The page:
From nervous tears of anticipated despair to the joy of winning a silver medal.
That is the range of emotion Lindblom grad Shamier Little went through in 49 hours at the World Track & Field Championships in Beijing.
"It has been a roller-coaster," Little said via telephone Wednesday from China. "To come from the first two rounds feeling very doubtful and to be make it through and be proud of what I accomplished, it's a big difference."
Little, a junior at Texas A&M, was disconsolate after Monday’s semifinals of the 400-meter hurdles, thinking she had failed to make the final after finishing third in her heat. Only the top two in each semi and the two next fastest times would advance.
She advanced as the second fastest of the remaining times - the last of eight qualifiers.
"Thinking about it just makes me emotional," she had said Monday. " I’m glad I made it through, but I definitely, definitely have to do better and show them that I definitely deserve to be there."
She did just that Wednesday, completing a stunning two seasons of hurdling with a strong finish that carried her to second behind Zuzana Hejnova of the Czech Republic, who won a second straight world title in 53.50.
Little clocked 53.94. Her U.S. teammate, Cassandra Tate, took bronze in 54.02.
Little rallied herself to run the final with far more confidence than she had in the opening round and semis. Little had finished fourth Sunday in her first-round heat, where the top four advanced, and her time was slowest of the 24 qualifiers for the semis.
"I had to come to the final being a lot more aggressive than I was in the previois races," she said on the phone. "I feel like I executed my race well, and I was happy with the outcome."
Little’s performance was more impressive given that she was in the inside lane, normally a difficult starting position.
"I was glad I got to see the field ahead of me instead of kind of running out there on my own," she said.
In a little less than 15 months, the 20-year-old from the far south side of Chicago has two NCAA titles, the world junior title, the Pan American Games title, a U.S. outdoor title and the world silver medal. Little had run the fastest time in the world this season (53.74) until Hejnova topped it Wednesday.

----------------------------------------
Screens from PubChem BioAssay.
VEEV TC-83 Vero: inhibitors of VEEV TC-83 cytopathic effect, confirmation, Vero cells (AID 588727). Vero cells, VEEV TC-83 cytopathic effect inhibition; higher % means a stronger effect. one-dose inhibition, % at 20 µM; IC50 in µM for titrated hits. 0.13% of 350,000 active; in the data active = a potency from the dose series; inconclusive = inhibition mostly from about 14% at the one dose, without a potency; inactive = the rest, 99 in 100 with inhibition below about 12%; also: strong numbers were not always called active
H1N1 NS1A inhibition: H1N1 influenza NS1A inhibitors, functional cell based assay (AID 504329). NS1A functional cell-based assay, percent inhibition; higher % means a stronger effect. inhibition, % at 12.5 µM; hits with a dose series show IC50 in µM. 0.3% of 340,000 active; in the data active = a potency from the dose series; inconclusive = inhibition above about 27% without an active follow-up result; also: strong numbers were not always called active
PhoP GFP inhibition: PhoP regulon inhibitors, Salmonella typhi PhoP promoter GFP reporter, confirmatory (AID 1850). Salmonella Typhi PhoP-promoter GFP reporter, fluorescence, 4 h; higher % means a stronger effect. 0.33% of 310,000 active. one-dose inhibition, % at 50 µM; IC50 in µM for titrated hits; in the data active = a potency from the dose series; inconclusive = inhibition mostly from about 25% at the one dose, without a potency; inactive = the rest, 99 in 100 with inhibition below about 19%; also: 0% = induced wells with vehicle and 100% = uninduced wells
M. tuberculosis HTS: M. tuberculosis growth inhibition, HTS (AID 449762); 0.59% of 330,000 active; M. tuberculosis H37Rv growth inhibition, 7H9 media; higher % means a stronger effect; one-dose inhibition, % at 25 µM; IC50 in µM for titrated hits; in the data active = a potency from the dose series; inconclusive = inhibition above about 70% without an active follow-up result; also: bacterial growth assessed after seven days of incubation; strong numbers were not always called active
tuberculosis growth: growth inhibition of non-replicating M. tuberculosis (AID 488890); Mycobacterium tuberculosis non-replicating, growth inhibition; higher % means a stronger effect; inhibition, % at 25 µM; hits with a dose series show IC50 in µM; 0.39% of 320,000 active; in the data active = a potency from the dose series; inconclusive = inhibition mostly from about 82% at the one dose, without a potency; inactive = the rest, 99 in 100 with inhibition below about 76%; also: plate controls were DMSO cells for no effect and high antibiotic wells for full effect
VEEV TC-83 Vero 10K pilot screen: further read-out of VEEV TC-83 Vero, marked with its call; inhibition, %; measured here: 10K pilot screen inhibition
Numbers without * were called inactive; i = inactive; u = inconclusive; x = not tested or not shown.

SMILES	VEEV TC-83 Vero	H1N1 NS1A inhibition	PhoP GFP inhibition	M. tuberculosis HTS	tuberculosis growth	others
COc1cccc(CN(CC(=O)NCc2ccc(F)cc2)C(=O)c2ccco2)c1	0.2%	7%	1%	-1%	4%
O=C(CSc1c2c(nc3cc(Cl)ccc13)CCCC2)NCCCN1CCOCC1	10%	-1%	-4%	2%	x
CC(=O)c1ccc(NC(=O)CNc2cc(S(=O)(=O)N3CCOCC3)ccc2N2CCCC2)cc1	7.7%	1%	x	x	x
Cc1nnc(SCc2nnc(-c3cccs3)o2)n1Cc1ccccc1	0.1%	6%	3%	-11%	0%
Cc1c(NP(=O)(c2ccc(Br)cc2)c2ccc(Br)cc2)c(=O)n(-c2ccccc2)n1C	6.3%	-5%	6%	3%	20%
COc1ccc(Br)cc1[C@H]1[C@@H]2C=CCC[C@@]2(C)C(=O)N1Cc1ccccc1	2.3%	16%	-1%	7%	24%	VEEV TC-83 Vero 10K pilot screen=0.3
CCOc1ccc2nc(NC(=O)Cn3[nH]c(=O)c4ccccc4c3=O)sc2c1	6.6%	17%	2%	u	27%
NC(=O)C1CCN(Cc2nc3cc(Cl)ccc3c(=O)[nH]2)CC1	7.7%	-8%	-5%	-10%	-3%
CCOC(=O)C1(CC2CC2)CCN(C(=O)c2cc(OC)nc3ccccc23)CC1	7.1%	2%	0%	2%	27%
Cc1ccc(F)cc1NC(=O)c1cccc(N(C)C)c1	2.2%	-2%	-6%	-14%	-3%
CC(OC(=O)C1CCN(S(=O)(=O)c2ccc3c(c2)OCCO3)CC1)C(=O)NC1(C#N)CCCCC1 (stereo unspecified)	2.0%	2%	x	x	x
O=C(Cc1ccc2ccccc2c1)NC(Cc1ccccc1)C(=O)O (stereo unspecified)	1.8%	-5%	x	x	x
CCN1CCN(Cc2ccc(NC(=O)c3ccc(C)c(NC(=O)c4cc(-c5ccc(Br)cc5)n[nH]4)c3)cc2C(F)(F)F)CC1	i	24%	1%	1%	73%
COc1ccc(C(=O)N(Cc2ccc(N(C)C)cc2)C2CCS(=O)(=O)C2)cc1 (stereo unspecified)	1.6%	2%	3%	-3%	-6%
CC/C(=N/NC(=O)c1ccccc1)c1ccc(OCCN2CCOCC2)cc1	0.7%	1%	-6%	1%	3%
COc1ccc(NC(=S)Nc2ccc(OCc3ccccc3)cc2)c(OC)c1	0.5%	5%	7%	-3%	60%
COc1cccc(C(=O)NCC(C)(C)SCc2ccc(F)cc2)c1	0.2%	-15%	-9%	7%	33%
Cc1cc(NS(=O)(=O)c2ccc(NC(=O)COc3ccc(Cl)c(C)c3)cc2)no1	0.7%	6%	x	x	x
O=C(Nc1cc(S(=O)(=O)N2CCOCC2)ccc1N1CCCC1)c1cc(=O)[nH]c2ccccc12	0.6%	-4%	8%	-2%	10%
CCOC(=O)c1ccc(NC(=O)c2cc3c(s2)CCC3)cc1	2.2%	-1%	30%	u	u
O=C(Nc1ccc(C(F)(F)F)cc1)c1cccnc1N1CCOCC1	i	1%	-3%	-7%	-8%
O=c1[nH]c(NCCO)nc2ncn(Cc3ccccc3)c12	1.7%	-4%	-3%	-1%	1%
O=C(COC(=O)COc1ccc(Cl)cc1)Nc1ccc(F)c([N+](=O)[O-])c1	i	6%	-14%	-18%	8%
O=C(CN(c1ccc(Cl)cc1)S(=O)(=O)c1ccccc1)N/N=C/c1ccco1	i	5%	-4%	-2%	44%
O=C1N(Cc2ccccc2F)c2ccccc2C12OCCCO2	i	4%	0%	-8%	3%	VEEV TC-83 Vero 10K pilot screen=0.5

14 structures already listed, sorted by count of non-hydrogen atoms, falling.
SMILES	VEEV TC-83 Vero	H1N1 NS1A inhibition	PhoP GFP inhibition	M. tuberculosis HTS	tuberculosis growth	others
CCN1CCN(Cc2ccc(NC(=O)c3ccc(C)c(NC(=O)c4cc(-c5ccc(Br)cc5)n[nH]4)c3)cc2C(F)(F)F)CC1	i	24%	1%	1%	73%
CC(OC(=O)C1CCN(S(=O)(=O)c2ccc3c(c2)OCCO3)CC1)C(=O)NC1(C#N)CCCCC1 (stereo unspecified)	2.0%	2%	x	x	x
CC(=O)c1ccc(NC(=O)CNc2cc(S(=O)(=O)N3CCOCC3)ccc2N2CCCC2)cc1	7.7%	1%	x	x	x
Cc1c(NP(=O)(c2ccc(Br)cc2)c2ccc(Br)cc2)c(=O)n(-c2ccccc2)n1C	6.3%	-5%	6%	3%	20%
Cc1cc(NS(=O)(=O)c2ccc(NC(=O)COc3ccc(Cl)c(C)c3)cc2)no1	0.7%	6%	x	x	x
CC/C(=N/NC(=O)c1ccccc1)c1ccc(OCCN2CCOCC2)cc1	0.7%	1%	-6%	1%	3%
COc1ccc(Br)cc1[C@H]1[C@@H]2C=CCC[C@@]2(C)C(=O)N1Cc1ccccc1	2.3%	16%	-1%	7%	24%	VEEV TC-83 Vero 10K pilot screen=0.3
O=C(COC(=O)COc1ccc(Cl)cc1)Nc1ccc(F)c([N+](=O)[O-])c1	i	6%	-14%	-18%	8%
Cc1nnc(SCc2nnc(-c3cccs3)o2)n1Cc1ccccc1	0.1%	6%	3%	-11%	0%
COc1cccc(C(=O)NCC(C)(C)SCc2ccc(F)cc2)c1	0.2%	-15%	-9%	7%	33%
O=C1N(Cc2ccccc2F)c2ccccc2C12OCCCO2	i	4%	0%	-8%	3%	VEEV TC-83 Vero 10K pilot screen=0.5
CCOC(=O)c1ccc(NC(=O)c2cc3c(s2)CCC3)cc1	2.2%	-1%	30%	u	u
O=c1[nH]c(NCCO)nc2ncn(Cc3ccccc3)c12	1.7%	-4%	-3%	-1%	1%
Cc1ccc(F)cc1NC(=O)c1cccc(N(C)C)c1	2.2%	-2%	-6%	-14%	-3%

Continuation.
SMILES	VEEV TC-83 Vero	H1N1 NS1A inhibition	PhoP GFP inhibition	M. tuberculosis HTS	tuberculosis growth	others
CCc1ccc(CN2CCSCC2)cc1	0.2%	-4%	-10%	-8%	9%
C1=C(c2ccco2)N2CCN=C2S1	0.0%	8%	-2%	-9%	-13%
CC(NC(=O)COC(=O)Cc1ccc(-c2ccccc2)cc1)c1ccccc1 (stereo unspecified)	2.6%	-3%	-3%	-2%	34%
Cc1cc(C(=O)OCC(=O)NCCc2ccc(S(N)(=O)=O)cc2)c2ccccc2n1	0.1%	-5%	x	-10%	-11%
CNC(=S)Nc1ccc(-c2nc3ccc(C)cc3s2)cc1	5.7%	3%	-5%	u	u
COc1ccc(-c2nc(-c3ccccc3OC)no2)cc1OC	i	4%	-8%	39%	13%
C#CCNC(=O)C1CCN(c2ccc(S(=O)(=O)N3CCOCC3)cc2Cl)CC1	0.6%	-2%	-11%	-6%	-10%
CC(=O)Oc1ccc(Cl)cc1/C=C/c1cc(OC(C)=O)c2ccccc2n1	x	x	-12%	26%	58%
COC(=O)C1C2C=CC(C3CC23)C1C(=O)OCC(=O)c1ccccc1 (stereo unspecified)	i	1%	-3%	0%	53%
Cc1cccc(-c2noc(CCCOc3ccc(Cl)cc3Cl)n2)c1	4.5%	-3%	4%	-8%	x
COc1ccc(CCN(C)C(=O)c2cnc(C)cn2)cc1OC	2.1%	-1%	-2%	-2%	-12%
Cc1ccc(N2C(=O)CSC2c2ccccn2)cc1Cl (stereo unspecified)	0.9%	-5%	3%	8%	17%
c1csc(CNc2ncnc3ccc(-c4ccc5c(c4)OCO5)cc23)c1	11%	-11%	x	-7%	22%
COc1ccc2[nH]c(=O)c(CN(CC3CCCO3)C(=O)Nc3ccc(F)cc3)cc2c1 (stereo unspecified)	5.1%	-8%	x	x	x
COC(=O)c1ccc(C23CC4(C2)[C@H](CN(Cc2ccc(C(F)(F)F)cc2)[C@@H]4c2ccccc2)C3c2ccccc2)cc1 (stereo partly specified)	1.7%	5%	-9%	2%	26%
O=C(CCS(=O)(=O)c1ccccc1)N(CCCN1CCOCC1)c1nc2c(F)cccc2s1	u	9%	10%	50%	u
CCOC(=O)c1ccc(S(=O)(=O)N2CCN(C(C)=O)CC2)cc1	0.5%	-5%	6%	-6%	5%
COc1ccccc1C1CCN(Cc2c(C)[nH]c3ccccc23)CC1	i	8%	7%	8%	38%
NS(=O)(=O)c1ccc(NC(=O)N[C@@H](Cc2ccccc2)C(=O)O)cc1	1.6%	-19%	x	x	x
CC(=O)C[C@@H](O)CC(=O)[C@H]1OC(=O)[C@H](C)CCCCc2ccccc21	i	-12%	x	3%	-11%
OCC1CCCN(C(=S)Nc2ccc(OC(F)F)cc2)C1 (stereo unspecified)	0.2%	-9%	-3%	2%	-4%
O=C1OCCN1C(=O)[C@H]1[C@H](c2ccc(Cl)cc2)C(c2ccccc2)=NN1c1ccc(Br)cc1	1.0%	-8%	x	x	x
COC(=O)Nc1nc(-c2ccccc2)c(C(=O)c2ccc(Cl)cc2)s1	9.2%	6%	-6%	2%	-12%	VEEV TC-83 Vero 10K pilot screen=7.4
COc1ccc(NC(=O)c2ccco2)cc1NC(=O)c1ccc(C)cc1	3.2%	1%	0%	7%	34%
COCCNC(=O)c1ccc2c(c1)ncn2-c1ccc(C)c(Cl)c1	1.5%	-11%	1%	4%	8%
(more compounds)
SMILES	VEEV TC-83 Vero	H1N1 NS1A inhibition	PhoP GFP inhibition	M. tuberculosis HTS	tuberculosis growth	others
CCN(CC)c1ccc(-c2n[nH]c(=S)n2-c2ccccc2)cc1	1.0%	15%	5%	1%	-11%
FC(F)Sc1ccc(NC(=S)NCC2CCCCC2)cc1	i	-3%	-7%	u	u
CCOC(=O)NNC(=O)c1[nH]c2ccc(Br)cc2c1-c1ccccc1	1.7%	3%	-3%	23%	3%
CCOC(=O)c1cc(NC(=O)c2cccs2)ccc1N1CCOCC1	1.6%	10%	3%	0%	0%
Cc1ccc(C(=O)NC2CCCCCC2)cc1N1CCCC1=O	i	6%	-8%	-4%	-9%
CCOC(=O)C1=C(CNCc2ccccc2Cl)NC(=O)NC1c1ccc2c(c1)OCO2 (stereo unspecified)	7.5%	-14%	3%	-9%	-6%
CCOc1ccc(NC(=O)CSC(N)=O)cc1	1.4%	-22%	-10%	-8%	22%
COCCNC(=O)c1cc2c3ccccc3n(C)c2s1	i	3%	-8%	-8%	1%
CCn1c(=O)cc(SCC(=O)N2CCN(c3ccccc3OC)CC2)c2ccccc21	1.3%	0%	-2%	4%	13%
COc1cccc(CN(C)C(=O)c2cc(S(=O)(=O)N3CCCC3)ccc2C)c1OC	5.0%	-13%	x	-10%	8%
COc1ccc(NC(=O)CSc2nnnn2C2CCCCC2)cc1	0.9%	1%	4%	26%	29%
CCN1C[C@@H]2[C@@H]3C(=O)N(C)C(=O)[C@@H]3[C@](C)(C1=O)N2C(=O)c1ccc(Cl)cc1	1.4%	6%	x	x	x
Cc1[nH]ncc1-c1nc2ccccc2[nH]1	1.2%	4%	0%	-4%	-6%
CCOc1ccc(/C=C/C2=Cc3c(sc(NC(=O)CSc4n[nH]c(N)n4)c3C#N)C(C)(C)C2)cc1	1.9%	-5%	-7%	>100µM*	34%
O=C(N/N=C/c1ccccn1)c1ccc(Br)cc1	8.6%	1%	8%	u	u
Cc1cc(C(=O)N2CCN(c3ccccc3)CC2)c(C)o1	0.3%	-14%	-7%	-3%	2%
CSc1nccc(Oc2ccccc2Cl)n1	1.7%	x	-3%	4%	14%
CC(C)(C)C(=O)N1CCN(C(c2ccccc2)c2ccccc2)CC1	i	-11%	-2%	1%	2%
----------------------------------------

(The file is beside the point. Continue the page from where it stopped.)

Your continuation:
"It really hasn't sunk in," Little said of doing so much in such a relativelly short span of time. "I haven't taken the time to evaluate my seasons and accomplishments."
She has been doing it while making her usual -- but unusual -- fashion statement: an oversized bow in her hair (lime green for worlds) and oversized, “computer nerd” eyeglasses. The accoutrements, especially the bow, are getting a lot of play online, with BBC Sport tweeting over a picture of her, "Shamier Little really did wear this on her way to 400m silver."
Little wears the bow so her mother, Chicago Parks District administator Tiffany Mayfield, can pick her out on television.
"I like the style of glasses," Little added.
In her Twitter bio, Little calls herself, "Weirdo. Athazagoraphobic. Kleptopmaniac." The phobia is the fear of forgetting or of being forgotten. She said the kleptomaniac reference comes from her high school obsession with mechanical pencils and how she always seemed to have one without buying it, snatching up any unclaimed pencil in her sight.
That self-description and sense of creating her own style on the track are quite a change from someone who described herself as "kind of shy and awkward" in high school.
"I've kind of come out of my shell," she said Wednesday. "At first, when people recognized me, I would curl up into a little ball. Now I like interacting more."
As a Lindblom junior, Little single-handedly brought the school its first state team trophy in any sport since 1955. She won three events and finished second in a fourth, scoring the points that gave Lindblom the third place trophy in Class 2A.
As a senior, she also won three events and was second in a fourth at the state meet.
Little will be back at Texas A&M Monday, looking toward her college track seasons, the U.S. Olympic trials next July and then, if all goes as it has the past two years, the 2016 Olympics.
"I hope so," she said.